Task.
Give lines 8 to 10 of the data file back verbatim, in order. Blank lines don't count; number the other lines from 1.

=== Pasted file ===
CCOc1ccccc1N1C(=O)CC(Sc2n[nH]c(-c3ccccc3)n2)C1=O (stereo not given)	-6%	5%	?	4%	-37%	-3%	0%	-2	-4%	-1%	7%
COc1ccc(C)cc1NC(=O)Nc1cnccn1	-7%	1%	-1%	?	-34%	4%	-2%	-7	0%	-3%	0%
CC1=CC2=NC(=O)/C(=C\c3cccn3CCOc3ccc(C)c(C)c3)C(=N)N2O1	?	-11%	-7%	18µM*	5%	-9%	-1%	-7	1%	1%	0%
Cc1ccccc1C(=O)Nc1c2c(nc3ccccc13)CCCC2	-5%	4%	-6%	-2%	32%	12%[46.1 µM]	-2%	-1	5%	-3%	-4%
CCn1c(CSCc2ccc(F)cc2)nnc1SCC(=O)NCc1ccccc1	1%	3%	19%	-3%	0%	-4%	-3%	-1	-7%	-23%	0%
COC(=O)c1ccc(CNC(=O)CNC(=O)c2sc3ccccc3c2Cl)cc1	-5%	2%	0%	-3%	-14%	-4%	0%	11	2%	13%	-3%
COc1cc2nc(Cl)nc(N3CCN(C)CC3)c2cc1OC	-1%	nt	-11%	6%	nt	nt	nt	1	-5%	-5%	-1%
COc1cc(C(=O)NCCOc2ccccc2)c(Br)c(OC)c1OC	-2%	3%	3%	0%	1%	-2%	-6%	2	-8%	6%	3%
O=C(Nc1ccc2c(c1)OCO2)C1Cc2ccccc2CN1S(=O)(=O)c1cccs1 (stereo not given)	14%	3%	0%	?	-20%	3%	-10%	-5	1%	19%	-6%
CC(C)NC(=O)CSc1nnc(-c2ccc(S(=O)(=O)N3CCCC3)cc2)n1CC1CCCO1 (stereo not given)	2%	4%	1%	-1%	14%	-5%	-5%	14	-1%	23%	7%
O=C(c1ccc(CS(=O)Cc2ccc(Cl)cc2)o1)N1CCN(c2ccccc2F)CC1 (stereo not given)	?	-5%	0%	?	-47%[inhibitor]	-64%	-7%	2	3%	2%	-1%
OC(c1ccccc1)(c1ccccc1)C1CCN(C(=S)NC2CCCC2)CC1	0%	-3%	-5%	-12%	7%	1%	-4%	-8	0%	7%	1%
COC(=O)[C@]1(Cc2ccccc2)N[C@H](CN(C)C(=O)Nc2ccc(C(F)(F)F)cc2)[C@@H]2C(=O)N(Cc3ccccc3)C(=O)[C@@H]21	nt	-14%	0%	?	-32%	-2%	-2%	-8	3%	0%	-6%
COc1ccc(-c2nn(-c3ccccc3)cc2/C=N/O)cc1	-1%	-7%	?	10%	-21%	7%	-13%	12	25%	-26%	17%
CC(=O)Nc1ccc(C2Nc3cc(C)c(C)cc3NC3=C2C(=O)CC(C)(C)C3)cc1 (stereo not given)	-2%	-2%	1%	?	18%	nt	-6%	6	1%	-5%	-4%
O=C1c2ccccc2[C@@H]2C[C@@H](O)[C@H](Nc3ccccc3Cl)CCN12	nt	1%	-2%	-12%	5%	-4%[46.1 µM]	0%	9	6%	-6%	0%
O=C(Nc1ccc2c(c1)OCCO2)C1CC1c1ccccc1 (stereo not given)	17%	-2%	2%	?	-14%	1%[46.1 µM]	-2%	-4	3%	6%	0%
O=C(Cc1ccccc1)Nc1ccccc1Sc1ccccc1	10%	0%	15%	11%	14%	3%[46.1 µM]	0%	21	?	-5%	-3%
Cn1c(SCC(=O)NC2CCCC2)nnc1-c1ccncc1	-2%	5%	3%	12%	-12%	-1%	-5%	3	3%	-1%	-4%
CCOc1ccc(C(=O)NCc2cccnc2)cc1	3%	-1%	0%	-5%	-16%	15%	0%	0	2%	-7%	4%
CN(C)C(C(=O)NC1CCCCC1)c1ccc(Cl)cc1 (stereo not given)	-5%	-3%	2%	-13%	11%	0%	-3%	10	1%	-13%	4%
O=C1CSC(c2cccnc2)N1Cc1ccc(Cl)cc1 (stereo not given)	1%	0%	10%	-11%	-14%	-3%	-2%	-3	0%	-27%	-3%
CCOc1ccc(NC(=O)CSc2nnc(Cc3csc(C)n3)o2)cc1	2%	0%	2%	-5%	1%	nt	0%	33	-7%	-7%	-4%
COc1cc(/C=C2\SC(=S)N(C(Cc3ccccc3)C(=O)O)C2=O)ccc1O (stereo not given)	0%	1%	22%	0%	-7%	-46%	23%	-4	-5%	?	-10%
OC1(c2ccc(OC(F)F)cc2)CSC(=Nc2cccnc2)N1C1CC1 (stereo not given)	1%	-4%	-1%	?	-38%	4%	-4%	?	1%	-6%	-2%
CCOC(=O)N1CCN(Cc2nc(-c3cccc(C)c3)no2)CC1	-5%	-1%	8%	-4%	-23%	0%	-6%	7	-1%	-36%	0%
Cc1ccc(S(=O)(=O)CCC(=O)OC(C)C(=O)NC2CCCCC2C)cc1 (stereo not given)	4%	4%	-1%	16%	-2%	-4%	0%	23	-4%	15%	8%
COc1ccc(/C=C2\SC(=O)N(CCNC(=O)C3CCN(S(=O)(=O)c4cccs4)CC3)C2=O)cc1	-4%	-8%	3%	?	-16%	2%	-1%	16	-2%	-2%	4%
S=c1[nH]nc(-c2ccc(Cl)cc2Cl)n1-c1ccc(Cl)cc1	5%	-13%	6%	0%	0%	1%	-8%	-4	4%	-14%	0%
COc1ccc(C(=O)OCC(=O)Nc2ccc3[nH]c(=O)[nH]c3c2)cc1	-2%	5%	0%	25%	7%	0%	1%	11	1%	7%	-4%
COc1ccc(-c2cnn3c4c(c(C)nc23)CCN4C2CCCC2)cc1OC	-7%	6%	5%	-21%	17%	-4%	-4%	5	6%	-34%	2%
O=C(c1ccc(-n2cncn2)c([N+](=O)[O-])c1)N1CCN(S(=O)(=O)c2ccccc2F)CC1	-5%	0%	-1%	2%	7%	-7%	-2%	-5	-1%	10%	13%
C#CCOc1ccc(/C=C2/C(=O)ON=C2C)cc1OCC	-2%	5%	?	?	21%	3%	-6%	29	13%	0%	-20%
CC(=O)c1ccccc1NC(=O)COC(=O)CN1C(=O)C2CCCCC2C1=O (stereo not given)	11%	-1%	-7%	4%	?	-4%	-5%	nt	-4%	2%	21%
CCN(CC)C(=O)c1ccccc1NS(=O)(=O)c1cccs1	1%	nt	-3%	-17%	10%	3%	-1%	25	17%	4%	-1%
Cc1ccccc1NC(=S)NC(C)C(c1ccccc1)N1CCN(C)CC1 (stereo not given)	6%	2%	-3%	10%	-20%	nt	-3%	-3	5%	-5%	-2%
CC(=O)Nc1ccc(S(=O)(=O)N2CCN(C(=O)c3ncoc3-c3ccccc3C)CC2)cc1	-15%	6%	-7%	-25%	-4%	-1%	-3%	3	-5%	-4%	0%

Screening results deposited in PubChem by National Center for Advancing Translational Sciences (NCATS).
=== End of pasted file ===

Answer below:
COc1cc(C(=O)NCCOc2ccccc2)c(Br)c(OC)c1OC	-2%	3%	3%	0%	1%	-2%	-6%	2	-8%	6%	3%
O=C(Nc1ccc2c(c1)OCO2)C1Cc2ccccc2CN1S(=O)(=O)c1cccs1 (stereo not given)	14%	3%	0%	?	-20%	3%	-10%	-5	1%	19%	-6%
CC(C)NC(=O)CSc1nnc(-c2ccc(S(=O)(=O)N3CCCC3)cc2)n1CC1CCCO1 (stereo not given)	2%	4%	1%	-1%	14%	-5%	-5%	14	-1%	23%	7%